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Change the world


Green Scorpions director Dr Div de Villiers was the guest speaker at the inaugural Breakfast Club at the Nelson Mandela University Business School last week in Gqeberha, hitting out at greed and poverty and highlighting the role of leadership.
Nelson Mandela University, in association with the Mantis Group, kicked off the Breakfast Club @Business School, new series of regular conversations, with the conservation warrior, a leader in his field, at the School’s Auditorium.
Dubbed “The Big Protector”, De Villiers is the director of the Compliance and Enforcement unit of the Eastern Cape Department of Economic Development, Environment and Tourism.  
Also known as the Green Scorpions, the unit fights conservation crimes such as rhino poaching, illegal sand mining, indigenous plant smuggling and more.
Business School academic Prof Paul Poisat and author, motivational speaker, historian and The Herald columnist Dr Dean Allen were in the hot seats interviewing De Villiers.
“The two things that drive environmental crime are greed and poverty,” said De Villiers.
“The key thing is to learn your law because everything is based around that. We have excellent laws in South Africa but the implementation in trying to ensure compliance is lacking, big time.
“Leadership is key not just in conservation but in everything. You do not need to be the best player in the team to lead,” he said, crediting the Green Scorpion’s success in the Eastern Cape to having a strong and dedicated team.
Poisat echoed this point, saying that in the drive to develop business leaders for tomorrow, the University also strove to develop steward leadership, in service of society.
Faculty of Business and Economic Sciences Executive Dean Professor Hendrik Lloyd said the Breakfast Club was a new series to bring together academia, business and the community through relevant and topical events. 
Environmental stewardship was one of the University’s core values, said Prof Lloyd, and it was therefore important to engage with society in tackling conservation issues.
The first rhino lost in the Eastern Cape 
De Villiers vividly remembers the first rhino poached in the Eastern Cape, just a year after the launch of the Green Scorpions.
“It’s an incredibly emotional experience the first time you see a dead rhino.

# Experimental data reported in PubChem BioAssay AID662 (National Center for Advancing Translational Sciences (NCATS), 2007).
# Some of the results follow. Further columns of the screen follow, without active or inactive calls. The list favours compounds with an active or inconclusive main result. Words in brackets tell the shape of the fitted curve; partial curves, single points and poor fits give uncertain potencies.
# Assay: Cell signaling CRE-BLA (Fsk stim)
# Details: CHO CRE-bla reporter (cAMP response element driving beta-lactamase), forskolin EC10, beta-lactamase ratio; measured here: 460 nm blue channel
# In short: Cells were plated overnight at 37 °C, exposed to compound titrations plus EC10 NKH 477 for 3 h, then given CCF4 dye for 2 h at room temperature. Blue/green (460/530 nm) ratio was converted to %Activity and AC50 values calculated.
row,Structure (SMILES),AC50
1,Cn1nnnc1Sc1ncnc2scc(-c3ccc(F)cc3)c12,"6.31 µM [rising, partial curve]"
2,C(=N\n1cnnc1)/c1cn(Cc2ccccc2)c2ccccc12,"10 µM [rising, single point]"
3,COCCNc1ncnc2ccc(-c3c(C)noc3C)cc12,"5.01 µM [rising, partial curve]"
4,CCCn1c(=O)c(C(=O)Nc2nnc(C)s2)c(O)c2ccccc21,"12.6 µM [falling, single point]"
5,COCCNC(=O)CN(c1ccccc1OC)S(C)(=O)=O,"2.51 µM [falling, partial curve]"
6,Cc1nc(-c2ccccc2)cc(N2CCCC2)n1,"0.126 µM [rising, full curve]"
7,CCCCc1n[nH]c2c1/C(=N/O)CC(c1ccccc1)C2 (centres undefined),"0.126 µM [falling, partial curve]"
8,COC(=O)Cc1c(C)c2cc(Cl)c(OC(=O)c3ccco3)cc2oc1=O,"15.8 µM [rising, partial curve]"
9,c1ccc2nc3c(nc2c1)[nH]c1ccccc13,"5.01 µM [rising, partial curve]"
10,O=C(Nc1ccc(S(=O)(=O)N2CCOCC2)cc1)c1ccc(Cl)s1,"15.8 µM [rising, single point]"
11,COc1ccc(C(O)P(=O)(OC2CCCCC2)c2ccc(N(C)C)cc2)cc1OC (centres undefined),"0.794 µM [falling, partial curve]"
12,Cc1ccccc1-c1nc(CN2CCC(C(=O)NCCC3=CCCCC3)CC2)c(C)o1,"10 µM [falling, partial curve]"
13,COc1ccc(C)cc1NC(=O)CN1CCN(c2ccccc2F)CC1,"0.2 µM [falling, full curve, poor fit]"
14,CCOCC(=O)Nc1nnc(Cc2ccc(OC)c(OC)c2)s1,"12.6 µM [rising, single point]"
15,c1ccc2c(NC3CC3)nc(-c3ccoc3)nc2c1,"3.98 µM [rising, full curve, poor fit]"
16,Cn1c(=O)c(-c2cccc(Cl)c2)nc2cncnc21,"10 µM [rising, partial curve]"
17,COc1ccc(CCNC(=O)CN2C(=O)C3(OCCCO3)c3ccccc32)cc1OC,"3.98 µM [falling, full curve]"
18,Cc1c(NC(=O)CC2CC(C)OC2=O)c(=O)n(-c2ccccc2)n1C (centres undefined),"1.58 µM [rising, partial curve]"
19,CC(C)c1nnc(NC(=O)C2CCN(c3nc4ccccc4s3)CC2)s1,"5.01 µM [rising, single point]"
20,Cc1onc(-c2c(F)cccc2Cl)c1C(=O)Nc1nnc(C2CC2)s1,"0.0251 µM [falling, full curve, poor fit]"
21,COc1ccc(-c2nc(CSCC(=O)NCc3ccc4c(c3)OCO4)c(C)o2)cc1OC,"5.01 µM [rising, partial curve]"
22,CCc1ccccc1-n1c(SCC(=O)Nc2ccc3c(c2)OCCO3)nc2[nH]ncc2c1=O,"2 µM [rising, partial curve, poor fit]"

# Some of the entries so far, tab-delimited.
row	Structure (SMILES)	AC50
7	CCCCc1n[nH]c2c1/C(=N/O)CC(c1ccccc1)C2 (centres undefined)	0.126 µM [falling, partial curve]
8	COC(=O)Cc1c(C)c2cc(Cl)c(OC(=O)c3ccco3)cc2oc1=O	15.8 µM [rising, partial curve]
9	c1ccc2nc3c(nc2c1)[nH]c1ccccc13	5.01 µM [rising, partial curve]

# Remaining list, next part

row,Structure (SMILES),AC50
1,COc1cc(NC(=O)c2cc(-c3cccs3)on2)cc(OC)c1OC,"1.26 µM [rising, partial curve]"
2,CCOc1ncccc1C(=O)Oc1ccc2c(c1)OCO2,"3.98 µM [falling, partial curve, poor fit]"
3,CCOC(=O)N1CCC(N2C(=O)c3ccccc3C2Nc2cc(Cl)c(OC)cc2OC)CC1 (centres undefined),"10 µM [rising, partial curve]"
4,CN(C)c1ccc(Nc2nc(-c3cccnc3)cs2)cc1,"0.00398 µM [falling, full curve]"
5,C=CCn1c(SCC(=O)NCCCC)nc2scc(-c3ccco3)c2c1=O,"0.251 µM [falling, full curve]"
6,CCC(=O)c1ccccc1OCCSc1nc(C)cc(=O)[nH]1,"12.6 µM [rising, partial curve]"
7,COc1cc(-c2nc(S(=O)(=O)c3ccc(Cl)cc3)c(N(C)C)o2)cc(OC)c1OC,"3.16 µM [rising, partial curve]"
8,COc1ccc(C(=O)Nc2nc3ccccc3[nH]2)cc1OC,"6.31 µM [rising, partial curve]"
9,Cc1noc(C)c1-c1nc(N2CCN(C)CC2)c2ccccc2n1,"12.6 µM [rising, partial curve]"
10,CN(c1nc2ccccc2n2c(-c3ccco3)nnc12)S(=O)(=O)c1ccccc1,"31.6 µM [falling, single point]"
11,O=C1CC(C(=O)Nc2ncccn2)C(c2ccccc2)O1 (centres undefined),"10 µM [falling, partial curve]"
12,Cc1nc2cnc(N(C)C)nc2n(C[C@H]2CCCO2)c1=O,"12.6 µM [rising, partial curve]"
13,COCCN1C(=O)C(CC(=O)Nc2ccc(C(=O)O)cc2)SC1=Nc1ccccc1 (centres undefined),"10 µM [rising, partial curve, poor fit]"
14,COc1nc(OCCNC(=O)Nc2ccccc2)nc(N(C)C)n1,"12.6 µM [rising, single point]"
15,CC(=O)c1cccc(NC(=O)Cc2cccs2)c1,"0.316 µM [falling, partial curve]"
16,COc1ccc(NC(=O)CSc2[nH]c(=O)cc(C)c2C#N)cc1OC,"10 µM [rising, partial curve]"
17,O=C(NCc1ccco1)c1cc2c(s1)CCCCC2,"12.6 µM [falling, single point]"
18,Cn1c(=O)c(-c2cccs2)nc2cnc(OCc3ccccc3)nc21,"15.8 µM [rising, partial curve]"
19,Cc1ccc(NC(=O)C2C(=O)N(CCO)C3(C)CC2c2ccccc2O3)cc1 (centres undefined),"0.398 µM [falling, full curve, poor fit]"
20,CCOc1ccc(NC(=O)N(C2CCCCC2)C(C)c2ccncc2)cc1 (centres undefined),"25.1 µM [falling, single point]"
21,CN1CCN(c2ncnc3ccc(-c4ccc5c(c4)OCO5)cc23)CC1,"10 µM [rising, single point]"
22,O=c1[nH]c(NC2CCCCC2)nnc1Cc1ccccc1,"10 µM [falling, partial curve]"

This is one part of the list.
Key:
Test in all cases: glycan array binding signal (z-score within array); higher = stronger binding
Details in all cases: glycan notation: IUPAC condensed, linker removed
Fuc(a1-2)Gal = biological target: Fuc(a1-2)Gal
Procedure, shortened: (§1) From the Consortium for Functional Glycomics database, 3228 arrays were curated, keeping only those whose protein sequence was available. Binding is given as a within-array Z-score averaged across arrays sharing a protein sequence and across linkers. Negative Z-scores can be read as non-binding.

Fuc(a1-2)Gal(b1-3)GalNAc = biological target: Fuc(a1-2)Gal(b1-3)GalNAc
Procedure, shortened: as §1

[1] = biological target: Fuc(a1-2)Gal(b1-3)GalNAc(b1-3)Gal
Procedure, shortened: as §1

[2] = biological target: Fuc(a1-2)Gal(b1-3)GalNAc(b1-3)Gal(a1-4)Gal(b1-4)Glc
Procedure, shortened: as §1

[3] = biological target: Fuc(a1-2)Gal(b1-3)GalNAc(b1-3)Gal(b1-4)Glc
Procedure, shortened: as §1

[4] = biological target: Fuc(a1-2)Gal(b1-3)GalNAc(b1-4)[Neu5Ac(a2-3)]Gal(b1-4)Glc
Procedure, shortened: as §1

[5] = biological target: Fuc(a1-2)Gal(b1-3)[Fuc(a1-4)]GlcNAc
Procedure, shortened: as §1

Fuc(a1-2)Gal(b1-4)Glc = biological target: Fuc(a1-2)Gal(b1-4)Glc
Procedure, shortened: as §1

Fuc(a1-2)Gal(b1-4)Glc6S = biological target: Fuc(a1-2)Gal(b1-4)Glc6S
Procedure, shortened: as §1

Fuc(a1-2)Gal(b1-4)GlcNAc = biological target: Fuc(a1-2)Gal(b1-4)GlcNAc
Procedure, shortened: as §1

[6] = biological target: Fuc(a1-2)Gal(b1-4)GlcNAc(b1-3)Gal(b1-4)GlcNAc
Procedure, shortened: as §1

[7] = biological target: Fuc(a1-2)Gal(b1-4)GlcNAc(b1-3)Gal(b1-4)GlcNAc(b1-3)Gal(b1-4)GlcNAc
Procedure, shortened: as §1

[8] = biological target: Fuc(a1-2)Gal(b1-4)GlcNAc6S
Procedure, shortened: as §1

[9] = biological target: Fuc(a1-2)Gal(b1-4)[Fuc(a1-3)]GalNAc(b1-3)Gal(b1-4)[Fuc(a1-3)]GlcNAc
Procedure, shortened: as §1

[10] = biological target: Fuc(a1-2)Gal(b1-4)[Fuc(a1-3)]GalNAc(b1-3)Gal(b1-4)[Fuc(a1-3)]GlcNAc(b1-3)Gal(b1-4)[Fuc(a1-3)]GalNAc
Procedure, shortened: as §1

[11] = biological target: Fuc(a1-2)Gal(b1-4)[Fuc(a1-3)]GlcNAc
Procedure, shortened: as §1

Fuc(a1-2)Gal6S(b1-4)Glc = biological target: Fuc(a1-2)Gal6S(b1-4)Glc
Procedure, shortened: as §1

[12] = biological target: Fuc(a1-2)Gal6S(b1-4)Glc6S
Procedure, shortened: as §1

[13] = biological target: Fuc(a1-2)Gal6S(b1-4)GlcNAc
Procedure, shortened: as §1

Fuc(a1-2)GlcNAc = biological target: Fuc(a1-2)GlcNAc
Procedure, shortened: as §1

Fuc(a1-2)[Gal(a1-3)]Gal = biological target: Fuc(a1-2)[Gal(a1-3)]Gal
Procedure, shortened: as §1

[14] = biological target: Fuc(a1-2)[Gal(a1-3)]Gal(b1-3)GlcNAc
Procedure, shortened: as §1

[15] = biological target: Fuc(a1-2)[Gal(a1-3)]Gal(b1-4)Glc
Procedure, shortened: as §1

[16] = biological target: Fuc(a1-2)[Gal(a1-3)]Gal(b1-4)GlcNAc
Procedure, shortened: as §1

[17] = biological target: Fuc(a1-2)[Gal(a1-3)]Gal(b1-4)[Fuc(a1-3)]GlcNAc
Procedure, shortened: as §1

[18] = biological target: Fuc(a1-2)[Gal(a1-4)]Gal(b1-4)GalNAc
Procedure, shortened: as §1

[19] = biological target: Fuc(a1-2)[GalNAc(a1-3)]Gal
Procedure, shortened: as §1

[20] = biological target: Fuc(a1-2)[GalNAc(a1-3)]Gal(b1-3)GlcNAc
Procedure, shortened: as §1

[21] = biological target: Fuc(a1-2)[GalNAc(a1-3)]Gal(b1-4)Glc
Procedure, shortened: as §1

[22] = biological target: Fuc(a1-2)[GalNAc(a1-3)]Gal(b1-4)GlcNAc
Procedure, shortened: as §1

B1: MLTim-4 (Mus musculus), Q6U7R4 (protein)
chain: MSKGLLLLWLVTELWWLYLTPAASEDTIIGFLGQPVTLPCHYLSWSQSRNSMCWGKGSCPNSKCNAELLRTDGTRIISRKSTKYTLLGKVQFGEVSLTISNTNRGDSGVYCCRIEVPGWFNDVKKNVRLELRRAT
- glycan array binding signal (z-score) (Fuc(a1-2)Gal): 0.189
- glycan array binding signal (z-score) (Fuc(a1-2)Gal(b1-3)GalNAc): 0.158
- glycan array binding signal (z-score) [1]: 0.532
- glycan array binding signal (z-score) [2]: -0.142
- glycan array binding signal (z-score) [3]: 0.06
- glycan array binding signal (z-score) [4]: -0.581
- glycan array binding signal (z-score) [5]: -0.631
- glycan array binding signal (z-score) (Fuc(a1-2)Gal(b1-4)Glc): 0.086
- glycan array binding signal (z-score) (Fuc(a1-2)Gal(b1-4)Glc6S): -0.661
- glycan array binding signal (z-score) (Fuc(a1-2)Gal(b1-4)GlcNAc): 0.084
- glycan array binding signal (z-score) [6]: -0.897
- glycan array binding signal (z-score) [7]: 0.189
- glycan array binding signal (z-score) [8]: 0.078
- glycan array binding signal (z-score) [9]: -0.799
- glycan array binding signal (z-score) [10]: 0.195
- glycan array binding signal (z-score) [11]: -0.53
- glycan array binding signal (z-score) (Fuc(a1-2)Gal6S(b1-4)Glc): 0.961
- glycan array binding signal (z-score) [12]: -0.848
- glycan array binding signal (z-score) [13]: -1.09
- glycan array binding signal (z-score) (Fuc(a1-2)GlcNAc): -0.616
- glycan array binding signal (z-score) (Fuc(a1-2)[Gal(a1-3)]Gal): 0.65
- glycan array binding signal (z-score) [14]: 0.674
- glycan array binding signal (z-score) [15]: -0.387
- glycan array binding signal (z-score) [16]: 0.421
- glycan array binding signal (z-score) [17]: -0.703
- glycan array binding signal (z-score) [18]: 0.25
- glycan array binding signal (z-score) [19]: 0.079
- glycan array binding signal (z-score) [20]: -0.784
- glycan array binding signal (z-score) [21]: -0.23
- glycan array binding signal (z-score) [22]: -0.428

“We’ve lost around 100 over the years, and that’s a small drop in comparison to the Kruger and other places up in the north.”
De Villiers is the first to admit that funding conservation of a charismatic or flagship animal such as rhino, however, is easier than raising cash for cycads, a plant that is endangered in this region.
“When I started as a baby ranger in 1983 there were only four species that were endangered, then the boffins realised how big the trade was going to be.”
Today, all cycads in the province were endangered and “we’ve lost thousands and thousands of plants”.
“The rarer they are, the more expensive, but they are very slow growing so, for very rare species, you are talking about thousands of rands per centimetre of height.”
To date, the Green Scorpions have brought down several poaching syndicates, hitting criminals hard. However, budget cuts make it tougher all the time.
“Government just does not have the money so we have to look into partnerships,” said De Villiers.
Wise use of natural resources
“Conservation is the wise use of natural resources for the benefit of present and future generations. But it goes deeper than that, it’s something that I believe in,” he said.
It started with parents who taught him to love nature, and a school principal who took her classes birdwatching on bush walks.
Later, De Villiers did his South African military service with the old SA Defence Force’s 31 Battalion, venturing deep into the Caprivi bush with Khoi trackers.
Then, when the young “troopie” was discharged, he enrolled at Rhodes University for a BSc although his studies unexpectedly were cut short. 
An unfortunate laboratory incident where he “messed up a science experiment, trying to impress some classmates” led to expulsion after only three months.
Undaunted, young De Villiers applied for a job in nature conservation – where he has been ever since. Incidentally, he has also studied almost incessantly along the way with his most recent qualification a 454-page doctorate in Biodiversity Conservation at Rhodes.
“Thirty-eight (38 years) later I got my PhD from that same university – so it was a long journey!”
Working for the people
Over the lifetime he has worked in this field, De Villiers has learnt as much about human nature as wildlife.
“In conservation you think you’re there for the plants and animals but the reality is if you really want to make a difference, you’ve got to work for the people.”
Whether it is down-and-out Koos the prawn pirate or a Xhosa king, “treat people with dignity”.
• Diarise Thursday, November 10, for the next Breakfast Club @Business School. Further information from
Conservation warrior Dr Div de Villiers was the first guest at Nelson Mandela University’s Breakfast Club @Business School. Image: MICHAEL SHEEHAN
Breakfast Club hosts Prof Paul Poisat, left, and Dr Dean Allen, right, interviewed Dr Div de Villiers at the launch. Image: MICHAEL SHEEHAN

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